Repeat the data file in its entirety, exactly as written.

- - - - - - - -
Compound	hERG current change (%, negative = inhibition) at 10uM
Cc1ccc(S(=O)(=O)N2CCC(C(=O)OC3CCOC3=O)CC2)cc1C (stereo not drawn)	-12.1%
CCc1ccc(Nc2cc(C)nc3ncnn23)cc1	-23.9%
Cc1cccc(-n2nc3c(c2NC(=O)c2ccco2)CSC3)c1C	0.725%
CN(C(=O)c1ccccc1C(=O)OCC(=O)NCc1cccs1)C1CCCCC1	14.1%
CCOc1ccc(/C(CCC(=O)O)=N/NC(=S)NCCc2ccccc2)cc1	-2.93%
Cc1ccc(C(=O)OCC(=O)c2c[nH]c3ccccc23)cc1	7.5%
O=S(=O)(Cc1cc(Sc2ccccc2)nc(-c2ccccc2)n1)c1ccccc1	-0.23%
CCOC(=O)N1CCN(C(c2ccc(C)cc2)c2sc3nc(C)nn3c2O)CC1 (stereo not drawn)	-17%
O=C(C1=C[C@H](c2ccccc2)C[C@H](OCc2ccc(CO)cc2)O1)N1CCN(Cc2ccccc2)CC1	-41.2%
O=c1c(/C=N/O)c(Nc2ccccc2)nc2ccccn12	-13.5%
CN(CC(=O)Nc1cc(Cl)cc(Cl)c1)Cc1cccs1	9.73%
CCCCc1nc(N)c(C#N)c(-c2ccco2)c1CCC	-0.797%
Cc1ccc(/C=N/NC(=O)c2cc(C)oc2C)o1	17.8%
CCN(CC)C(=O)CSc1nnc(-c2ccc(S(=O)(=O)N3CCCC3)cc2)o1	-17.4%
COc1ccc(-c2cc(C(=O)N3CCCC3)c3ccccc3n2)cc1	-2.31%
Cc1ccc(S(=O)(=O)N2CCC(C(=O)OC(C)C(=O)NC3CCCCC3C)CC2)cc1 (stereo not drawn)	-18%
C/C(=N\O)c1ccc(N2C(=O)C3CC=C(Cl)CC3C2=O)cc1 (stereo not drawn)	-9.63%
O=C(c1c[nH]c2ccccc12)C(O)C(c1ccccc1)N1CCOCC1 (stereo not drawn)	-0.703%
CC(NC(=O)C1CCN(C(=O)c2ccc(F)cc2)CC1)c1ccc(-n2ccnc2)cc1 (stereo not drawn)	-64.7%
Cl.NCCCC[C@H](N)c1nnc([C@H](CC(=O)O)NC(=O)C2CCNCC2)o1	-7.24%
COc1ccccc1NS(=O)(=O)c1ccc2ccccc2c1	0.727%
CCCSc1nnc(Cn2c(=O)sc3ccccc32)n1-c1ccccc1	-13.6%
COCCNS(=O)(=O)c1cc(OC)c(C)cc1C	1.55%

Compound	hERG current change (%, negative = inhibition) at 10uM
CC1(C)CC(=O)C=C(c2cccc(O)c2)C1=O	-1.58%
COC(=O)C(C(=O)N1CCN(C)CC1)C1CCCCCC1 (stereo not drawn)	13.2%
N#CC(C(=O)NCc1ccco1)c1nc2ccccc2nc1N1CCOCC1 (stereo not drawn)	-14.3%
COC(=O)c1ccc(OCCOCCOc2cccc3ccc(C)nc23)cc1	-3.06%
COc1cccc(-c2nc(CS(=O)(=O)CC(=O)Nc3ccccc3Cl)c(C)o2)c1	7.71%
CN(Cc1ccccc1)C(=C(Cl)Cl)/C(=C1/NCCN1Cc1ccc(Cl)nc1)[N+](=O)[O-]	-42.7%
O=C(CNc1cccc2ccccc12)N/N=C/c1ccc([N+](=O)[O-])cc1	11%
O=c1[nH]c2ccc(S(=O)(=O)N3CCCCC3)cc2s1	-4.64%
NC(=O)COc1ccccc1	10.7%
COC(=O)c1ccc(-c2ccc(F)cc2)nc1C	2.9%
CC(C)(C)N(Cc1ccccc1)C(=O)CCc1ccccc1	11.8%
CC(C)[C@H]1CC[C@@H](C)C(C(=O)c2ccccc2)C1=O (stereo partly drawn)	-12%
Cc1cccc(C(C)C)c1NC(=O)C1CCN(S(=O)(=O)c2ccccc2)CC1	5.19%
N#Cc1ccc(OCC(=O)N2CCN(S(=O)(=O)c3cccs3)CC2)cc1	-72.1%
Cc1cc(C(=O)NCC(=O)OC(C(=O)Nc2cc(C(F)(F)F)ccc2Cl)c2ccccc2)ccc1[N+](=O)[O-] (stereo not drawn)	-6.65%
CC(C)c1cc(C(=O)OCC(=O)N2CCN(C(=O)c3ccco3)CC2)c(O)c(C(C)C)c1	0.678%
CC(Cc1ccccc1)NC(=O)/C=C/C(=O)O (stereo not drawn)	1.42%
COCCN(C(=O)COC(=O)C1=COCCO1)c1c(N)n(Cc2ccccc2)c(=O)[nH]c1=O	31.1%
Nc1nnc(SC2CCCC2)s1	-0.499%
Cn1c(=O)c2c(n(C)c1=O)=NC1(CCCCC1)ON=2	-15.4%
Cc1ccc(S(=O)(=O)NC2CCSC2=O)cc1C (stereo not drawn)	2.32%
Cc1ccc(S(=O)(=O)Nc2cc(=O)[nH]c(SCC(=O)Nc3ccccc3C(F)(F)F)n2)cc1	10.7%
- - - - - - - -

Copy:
Compound	hERG current change (%, negative = inhibition) at 10uM
Cc1ccc(S(=O)(=O)N2CCC(C(=O)OC3CCOC3=O)CC2)cc1C (stereo not drawn)	-12.1%
CCc1ccc(Nc2cc(C)nc3ncnn23)cc1	-23.9%
Cc1cccc(-n2nc3c(c2NC(=O)c2ccco2)CSC3)c1C	0.725%
CN(C(=O)c1ccccc1C(=O)OCC(=O)NCc1cccs1)C1CCCCC1	14.1%
CCOc1ccc(/C(CCC(=O)O)=N/NC(=S)NCCc2ccccc2)cc1	-2.93%
Cc1ccc(C(=O)OCC(=O)c2c[nH]c3ccccc23)cc1	7.5%
O=S(=O)(Cc1cc(Sc2ccccc2)nc(-c2ccccc2)n1)c1ccccc1	-0.23%
CCOC(=O)N1CCN(C(c2ccc(C)cc2)c2sc3nc(C)nn3c2O)CC1 (stereo not drawn)	-17%
O=C(C1=C[C@H](c2ccccc2)C[C@H](OCc2ccc(CO)cc2)O1)N1CCN(Cc2ccccc2)CC1	-41.2%
O=c1c(/C=N/O)c(Nc2ccccc2)nc2ccccn12	-13.5%
CN(CC(=O)Nc1cc(Cl)cc(Cl)c1)Cc1cccs1	9.73%
CCCCc1nc(N)c(C#N)c(-c2ccco2)c1CCC	-0.797%
Cc1ccc(/C=N/NC(=O)c2cc(C)oc2C)o1	17.8%
CCN(CC)C(=O)CSc1nnc(-c2ccc(S(=O)(=O)N3CCCC3)cc2)o1	-17.4%
COc1ccc(-c2cc(C(=O)N3CCCC3)c3ccccc3n2)cc1	-2.31%
Cc1ccc(S(=O)(=O)N2CCC(C(=O)OC(C)C(=O)NC3CCCCC3C)CC2)cc1 (stereo not drawn)	-18%
C/C(=N\O)c1ccc(N2C(=O)C3CC=C(Cl)CC3C2=O)cc1 (stereo not drawn)	-9.63%
O=C(c1c[nH]c2ccccc12)C(O)C(c1ccccc1)N1CCOCC1 (stereo not drawn)	-0.703%
CC(NC(=O)C1CCN(C(=O)c2ccc(F)cc2)CC1)c1ccc(-n2ccnc2)cc1 (stereo not drawn)	-64.7%
Cl.NCCCC[C@H](N)c1nnc([C@H](CC(=O)O)NC(=O)C2CCNCC2)o1	-7.24%
COc1ccccc1NS(=O)(=O)c1ccc2ccccc2c1	0.727%
CCCSc1nnc(Cn2c(=O)sc3ccccc32)n1-c1ccccc1	-13.6%
COCCNS(=O)(=O)c1cc(OC)c(C)cc1C	1.55%

Compound	hERG current change (%, negative = inhibition) at 10uM
CC1(C)CC(=O)C=C(c2cccc(O)c2)C1=O	-1.58%
COC(=O)C(C(=O)N1CCN(C)CC1)C1CCCCCC1 (stereo not drawn)	13.2%
N#CC(C(=O)NCc1ccco1)c1nc2ccccc2nc1N1CCOCC1 (stereo not drawn)	-14.3%
COC(=O)c1ccc(OCCOCCOc2cccc3ccc(C)nc23)cc1	-3.06%
COc1cccc(-c2nc(CS(=O)(=O)CC(=O)Nc3ccccc3Cl)c(C)o2)c1	7.71%
CN(Cc1ccccc1)C(=C(Cl)Cl)/C(=C1/NCCN1Cc1ccc(Cl)nc1)[N+](=O)[O-]	-42.7%
O=C(CNc1cccc2ccccc12)N/N=C/c1ccc([N+](=O)[O-])cc1	11%
O=c1[nH]c2ccc(S(=O)(=O)N3CCCCC3)cc2s1	-4.64%
NC(=O)COc1ccccc1	10.7%
COC(=O)c1ccc(-c2ccc(F)cc2)nc1C	2.9%
CC(C)(C)N(Cc1ccccc1)C(=O)CCc1ccccc1	11.8%
CC(C)[C@H]1CC[C@@H](C)C(C(=O)c2ccccc2)C1=O (stereo partly drawn)	-12%
Cc1cccc(C(C)C)c1NC(=O)C1CCN(S(=O)(=O)c2ccccc2)CC1	5.19%
N#Cc1ccc(OCC(=O)N2CCN(S(=O)(=O)c3cccs3)CC2)cc1	-72.1%
Cc1cc(C(=O)NCC(=O)OC(C(=O)Nc2cc(C(F)(F)F)ccc2Cl)c2ccccc2)ccc1[N+](=O)[O-] (stereo not drawn)	-6.65%
CC(C)c1cc(C(=O)OCC(=O)N2CCN(C(=O)c3ccco3)CC2)c(O)c(C(C)C)c1	0.678%
CC(Cc1ccccc1)NC(=O)/C=C/C(=O)O (stereo not drawn)	1.42%
COCCN(C(=O)COC(=O)C1=COCCO1)c1c(N)n(Cc2ccccc2)c(=O)[nH]c1=O	31.1%
Nc1nnc(SC2CCCC2)s1	-0.499%
Cn1c(=O)c2c(n(C)c1=O)=NC1(CCCCC1)ON=2	-15.4%
Cc1ccc(S(=O)(=O)NC2CCSC2=O)cc1C (stereo not drawn)	2.32%
Cc1ccc(S(=O)(=O)Nc2cc(=O)[nH]c(SCC(=O)Nc3ccccc3C(F)(F)F)n2)cc1	10.7%